“You’re joking. Did you read the part about the lion?” I asked.

He rolled his eyes so hard, I was certain his eyeballs were going to get lost in the back of his head. “Why the hell is there a lion loose in Tampa Bay?! No. Just—no. Find a way to relax, okay? You need to loosen up, break free a bit. Your words read as if you have a stick up your ass, and the stick isn’t even teasing you right.”

I cleared my throat. “That’s a really weird thing to say.”

“Yes, well, at least I don’t write monkey shit.”

“No.” I smiled. “You only speak it.”

“Listen closely, okay? As the godfather to Talon, I am proud of you, Graham.”

“Since when are you her godfather?”

“It’s a self-proclaimed title, and don’t kill my spirit, son. As I was saying, I am proud of how great of a father you are to your daughter. Every minute of your day is spent caring for her, which is amazing, but, as your writing mentor, I am demanding that you take some time for yourself. Go smoke some crack, hump a stranger, eat some weird mushrooms. Just loosen up a bit. It will help your stories.”

“I’ve never had to loosen up before,” I told him.

“Were you getting laid before?” he countered with an eyebrow arched.

Well, fuck.

“Goodbye, Graham, and please, don’t call me until you are high or having sex.”

“I’m probably not going to call you while I’m having sex.”

“That’s fine,” he said, grabbing his fedora off the desk and placing it on his head. “It probably wouldn’t last long enough for you to dial my number anyway,” he mocked.

God, I hated that man.

Too bad he was my best friend.

“Hey, Talon’s down for a nap. I just wanted to see if you wanted me to order a piz—” Lucy’s words faded away as she stepped into my office. “What are you doing?” she asked warily.

I set my phone down on my desk and cleared my throat. “Nothing.”

She smirked and shook her head. “You were taking a selfie.”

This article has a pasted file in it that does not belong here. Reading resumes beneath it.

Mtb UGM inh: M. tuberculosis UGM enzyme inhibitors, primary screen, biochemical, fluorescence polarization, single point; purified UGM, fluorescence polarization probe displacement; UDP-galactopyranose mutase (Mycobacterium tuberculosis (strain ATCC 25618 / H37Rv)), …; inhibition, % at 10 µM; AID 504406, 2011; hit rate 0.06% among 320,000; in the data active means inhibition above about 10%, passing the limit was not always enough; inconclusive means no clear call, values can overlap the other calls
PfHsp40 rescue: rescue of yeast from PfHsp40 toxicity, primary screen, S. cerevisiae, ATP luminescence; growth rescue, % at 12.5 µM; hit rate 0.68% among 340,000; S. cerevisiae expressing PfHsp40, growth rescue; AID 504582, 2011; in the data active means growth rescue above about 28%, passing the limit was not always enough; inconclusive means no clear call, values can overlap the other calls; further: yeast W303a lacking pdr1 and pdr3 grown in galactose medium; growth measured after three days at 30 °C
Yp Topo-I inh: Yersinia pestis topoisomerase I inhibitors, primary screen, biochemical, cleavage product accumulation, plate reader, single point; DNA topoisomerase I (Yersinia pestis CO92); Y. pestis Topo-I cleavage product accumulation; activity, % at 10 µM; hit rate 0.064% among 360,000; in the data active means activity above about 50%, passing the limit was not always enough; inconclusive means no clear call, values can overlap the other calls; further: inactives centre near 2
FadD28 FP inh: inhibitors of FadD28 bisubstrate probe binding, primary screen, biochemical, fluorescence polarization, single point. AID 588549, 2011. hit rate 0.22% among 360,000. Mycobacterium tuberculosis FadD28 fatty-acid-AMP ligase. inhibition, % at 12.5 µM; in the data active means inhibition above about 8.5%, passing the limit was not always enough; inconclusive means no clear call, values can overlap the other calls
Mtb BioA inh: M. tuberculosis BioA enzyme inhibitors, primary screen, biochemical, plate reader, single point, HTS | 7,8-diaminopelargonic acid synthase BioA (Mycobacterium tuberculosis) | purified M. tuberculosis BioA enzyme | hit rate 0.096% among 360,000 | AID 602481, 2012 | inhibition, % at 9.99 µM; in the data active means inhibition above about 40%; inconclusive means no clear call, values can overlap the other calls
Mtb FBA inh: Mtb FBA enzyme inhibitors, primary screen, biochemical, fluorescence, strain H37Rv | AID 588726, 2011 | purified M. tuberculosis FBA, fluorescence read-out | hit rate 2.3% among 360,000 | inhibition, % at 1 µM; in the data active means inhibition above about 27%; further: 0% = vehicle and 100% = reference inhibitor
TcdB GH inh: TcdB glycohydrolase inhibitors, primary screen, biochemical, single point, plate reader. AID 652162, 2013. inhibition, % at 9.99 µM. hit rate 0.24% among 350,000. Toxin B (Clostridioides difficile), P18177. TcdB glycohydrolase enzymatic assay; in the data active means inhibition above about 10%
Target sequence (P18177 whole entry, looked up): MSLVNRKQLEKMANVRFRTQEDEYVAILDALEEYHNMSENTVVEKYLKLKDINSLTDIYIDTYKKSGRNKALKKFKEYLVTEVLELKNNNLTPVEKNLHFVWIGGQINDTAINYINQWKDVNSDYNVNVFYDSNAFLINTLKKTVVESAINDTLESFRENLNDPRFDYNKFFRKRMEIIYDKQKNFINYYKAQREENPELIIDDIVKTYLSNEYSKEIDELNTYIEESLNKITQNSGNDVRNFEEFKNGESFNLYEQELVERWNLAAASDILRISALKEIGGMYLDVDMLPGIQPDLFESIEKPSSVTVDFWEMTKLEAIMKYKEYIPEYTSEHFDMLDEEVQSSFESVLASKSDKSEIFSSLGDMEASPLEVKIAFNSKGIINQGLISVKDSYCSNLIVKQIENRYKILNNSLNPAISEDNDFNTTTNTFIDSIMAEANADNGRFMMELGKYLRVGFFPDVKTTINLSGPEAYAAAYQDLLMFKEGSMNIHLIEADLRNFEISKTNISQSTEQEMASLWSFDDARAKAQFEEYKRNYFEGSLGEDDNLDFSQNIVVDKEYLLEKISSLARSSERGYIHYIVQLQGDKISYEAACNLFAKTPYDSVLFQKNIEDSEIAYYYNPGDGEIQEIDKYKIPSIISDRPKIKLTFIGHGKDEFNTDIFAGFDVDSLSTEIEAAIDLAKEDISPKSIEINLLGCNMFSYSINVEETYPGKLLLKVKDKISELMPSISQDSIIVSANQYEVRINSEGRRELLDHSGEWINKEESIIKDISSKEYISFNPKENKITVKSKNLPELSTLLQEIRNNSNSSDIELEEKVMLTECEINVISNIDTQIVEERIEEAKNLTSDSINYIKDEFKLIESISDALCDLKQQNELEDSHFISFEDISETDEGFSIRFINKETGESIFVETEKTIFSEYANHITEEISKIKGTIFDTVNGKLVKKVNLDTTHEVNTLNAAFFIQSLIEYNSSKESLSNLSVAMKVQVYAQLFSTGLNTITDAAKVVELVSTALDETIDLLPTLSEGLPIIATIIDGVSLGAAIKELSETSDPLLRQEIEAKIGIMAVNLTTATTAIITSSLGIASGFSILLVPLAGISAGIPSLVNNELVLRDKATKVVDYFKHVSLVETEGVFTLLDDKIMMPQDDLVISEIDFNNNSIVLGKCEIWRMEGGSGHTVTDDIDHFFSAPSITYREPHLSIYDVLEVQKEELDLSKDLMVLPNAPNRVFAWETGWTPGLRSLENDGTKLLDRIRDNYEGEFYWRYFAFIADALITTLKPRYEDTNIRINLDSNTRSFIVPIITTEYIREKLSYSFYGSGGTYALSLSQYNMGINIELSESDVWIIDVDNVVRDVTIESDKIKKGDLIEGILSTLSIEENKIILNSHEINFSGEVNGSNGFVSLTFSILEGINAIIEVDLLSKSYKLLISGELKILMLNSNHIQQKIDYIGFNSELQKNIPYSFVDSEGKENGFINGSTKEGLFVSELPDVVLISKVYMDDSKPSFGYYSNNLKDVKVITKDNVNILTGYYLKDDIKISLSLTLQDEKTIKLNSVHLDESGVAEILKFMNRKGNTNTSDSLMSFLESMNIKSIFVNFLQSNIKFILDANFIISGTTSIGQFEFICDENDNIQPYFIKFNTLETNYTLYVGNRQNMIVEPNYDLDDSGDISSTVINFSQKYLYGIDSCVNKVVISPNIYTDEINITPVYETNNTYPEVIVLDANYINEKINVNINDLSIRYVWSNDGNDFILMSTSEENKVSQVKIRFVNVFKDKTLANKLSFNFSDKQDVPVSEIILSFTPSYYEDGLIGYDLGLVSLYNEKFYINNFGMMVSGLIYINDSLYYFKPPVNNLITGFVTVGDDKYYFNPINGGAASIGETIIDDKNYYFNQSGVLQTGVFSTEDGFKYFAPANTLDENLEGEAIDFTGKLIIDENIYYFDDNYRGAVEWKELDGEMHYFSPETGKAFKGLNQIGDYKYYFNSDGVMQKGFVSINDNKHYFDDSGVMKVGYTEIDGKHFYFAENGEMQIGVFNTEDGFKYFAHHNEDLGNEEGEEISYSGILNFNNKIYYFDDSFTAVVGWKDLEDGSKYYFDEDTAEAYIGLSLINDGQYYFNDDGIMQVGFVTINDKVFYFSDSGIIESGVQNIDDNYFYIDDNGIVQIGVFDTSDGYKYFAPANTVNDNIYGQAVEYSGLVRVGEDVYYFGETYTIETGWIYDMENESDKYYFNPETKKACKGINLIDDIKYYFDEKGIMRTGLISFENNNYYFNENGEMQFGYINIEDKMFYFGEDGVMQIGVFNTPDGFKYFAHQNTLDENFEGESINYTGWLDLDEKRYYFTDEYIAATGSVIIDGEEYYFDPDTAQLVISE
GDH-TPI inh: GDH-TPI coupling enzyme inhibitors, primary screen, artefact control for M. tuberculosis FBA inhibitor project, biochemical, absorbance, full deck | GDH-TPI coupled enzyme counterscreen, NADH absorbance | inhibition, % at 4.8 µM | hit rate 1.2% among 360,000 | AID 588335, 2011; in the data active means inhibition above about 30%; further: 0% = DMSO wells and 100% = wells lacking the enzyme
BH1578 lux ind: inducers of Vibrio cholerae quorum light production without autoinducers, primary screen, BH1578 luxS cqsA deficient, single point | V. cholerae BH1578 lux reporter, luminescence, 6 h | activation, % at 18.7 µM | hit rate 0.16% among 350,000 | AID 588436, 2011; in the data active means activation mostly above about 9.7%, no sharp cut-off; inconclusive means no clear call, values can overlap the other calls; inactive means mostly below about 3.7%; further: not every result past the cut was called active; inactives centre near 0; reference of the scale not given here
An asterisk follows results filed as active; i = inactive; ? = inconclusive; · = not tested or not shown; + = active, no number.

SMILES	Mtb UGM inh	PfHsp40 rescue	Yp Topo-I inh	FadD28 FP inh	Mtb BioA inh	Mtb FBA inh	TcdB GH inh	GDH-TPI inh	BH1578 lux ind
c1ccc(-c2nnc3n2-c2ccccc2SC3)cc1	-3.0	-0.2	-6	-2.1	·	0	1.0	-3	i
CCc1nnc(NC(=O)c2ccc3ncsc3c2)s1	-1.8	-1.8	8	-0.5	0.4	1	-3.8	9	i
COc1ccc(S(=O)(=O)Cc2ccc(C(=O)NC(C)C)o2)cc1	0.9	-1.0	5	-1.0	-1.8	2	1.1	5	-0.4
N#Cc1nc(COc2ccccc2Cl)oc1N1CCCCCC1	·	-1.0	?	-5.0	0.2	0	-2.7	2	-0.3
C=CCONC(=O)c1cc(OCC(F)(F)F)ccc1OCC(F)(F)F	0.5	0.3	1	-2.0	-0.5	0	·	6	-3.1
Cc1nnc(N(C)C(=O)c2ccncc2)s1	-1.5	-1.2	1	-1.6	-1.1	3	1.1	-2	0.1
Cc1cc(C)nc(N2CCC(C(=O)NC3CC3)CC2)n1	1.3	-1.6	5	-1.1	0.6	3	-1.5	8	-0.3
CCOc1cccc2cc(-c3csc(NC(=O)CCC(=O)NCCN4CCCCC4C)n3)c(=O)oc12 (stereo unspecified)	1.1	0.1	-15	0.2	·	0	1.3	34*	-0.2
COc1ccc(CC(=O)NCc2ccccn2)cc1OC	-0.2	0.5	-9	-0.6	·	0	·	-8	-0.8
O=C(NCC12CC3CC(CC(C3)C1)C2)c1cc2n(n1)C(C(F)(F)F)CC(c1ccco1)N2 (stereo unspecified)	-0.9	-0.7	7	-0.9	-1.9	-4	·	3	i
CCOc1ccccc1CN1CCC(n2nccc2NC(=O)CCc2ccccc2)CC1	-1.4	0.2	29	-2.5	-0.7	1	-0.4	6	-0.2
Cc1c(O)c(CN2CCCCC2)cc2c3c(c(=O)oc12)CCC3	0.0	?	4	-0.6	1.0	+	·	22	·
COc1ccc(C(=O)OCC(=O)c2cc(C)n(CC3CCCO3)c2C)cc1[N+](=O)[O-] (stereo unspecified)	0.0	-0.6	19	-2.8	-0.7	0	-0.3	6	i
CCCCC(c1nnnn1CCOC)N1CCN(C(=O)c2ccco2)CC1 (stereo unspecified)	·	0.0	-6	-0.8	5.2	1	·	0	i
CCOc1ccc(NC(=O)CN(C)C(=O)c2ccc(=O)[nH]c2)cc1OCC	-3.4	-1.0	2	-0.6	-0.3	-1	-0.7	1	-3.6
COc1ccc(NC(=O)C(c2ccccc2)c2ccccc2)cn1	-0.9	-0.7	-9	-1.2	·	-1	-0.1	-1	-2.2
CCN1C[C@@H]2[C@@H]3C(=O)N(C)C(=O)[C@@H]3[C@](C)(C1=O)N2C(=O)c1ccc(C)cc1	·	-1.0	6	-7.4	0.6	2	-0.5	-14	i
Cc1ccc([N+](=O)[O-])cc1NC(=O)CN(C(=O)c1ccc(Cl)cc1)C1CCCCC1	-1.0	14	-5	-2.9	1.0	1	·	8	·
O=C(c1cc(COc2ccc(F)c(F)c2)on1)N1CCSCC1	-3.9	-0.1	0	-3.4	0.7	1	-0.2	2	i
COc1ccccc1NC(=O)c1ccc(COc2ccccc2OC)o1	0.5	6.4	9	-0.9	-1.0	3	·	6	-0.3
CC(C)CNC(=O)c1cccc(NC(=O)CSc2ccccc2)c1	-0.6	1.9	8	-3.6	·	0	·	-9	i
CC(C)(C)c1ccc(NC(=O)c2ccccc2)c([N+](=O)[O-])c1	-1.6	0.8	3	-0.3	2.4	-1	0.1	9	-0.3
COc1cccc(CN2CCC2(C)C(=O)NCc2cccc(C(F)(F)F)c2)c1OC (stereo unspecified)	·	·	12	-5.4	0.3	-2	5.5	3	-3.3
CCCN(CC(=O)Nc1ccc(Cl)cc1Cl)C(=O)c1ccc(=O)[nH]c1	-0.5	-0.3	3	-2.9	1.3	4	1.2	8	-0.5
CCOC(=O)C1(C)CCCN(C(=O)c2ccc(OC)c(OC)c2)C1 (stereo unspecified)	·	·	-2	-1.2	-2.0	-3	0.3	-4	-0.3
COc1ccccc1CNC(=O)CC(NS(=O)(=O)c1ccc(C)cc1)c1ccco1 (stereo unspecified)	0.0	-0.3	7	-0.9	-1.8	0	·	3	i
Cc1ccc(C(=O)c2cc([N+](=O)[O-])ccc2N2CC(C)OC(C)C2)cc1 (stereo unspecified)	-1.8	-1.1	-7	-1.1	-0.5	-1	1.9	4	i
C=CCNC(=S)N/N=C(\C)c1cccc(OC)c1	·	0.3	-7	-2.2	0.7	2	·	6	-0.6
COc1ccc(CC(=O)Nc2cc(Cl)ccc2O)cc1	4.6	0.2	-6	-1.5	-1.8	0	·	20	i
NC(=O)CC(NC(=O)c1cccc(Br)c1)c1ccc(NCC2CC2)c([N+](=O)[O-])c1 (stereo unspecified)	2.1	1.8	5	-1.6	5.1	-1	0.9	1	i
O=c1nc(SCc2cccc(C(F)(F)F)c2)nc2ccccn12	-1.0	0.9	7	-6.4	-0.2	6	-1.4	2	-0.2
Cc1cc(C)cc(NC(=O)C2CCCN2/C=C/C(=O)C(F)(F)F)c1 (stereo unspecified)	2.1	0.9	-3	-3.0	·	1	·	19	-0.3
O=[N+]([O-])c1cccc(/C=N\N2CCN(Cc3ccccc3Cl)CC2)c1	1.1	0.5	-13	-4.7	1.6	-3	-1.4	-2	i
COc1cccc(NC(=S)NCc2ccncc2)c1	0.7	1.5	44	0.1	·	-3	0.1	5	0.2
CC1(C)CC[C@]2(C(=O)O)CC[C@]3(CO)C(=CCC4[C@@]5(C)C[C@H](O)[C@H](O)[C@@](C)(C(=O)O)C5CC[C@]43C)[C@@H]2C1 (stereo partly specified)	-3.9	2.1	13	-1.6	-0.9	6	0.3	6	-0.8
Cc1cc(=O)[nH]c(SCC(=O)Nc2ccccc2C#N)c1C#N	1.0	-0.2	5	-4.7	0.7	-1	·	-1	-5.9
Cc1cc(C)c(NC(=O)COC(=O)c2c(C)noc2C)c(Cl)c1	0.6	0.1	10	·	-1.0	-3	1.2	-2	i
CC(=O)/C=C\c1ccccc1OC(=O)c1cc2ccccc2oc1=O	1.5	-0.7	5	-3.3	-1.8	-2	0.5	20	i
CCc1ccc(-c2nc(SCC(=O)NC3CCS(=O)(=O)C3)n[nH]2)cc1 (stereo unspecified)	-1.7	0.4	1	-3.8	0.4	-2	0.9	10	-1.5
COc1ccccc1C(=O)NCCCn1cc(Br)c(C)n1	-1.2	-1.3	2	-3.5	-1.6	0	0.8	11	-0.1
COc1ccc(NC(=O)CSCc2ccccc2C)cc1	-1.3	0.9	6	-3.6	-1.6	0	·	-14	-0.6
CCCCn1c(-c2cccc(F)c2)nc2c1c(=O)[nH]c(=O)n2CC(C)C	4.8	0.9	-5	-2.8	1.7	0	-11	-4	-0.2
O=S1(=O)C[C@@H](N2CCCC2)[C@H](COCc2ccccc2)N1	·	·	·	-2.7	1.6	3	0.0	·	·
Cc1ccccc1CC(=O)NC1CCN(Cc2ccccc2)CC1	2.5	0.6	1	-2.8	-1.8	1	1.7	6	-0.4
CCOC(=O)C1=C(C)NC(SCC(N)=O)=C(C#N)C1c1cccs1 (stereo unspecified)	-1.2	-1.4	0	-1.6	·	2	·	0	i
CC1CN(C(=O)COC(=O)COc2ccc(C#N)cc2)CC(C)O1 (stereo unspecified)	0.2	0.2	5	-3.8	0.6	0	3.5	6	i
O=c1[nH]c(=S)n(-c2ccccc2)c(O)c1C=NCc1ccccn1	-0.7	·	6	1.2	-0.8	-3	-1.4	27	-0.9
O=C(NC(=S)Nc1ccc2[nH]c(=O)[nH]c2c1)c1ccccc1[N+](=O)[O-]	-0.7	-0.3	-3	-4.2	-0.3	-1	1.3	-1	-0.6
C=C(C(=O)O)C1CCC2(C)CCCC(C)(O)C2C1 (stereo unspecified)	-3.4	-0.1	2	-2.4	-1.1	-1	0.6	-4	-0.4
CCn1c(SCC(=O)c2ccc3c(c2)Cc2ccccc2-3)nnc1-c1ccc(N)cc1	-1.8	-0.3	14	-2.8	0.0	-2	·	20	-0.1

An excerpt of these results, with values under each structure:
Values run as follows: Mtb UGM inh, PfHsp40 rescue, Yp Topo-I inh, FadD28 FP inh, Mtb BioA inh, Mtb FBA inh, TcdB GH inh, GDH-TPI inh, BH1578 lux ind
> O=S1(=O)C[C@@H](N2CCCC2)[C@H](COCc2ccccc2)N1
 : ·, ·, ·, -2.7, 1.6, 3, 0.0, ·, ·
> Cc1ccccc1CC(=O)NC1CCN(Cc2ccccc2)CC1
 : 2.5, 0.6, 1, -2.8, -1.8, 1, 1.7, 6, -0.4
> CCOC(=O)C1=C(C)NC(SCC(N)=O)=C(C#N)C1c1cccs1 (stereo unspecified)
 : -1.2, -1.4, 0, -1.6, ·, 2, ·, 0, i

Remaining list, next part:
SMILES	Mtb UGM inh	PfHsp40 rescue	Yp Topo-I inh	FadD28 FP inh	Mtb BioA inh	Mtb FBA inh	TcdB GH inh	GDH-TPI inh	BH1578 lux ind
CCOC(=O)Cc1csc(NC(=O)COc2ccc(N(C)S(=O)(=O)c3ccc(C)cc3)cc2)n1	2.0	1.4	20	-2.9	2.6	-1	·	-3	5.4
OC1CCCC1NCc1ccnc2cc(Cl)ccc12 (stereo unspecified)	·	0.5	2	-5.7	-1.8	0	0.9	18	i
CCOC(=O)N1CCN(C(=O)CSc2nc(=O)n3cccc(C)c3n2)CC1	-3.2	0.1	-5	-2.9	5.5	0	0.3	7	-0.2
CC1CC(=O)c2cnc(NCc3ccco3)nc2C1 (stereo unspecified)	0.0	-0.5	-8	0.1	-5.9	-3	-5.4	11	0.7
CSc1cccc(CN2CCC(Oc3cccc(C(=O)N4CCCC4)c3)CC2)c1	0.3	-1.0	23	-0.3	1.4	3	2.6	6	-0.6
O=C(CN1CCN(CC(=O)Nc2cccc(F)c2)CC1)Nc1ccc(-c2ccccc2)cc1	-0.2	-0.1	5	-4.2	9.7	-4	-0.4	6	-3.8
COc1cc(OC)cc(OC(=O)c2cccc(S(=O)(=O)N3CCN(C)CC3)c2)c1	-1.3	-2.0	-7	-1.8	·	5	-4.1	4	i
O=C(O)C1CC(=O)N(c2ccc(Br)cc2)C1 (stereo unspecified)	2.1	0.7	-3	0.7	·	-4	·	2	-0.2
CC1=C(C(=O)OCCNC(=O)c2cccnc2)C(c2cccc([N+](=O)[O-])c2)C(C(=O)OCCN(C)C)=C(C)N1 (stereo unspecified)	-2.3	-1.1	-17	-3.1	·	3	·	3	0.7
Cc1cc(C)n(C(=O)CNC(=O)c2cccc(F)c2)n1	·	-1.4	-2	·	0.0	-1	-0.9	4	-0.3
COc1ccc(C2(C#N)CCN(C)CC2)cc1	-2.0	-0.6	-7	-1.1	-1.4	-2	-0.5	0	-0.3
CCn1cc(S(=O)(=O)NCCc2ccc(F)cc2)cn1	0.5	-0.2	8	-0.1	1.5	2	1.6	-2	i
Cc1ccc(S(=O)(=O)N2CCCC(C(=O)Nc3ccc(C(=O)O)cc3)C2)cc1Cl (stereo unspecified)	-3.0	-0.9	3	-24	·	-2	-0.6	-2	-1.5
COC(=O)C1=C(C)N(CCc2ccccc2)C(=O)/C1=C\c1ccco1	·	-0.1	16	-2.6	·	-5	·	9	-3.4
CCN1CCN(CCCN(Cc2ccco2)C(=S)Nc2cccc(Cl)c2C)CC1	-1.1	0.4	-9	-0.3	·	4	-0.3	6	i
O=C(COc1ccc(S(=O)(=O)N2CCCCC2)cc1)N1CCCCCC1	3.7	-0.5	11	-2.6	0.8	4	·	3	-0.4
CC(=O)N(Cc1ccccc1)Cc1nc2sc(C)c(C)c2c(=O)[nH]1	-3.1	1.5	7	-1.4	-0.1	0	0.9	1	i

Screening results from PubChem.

“I was not,” I argued. “A pizza is fine. Just cheese on my half.”

“No, no, no, you cannot change the subject. Why are you taking selfies while dressed in a suit and tie?”

I straightened my tie and went back to my desk. “Well, if you have to know, I need a picture of myself to upload on this site.”

“What site? Are you joining Facebook?”


“Then which site?” She giggled to herself. “Anything but Tinder and you’ll be okay.”

My jaw tightened, and she stopped laughing.

“Oh my God, you’re joining Tinder?!” she hollered.

“Say it a bit louder, Lucille. I’m not certain the neighbors heard you.”

“I’m sorry, I just…” She walked into my office and sat on the edge of my desk. “G.M. Russell is joining the world of Tinder…I knew it felt a little cold in the house.”


“I mean, when I first met you, I figured you were the devil, which meant your home was hell, which means with it now being cold that—”

“Hell has finally frozen over. Clever, Lucille.”

She reached for my cell phone and started trying to unlock it. “Can I see your photos?”

“What? No.”

“Why not? You do know Tinder is like…a hookup site, right?”

“I’m fully aware of what Tinder is.”

Her cheeks reddened and she bit her bottom lip. “You’re trying to get laid, eh?”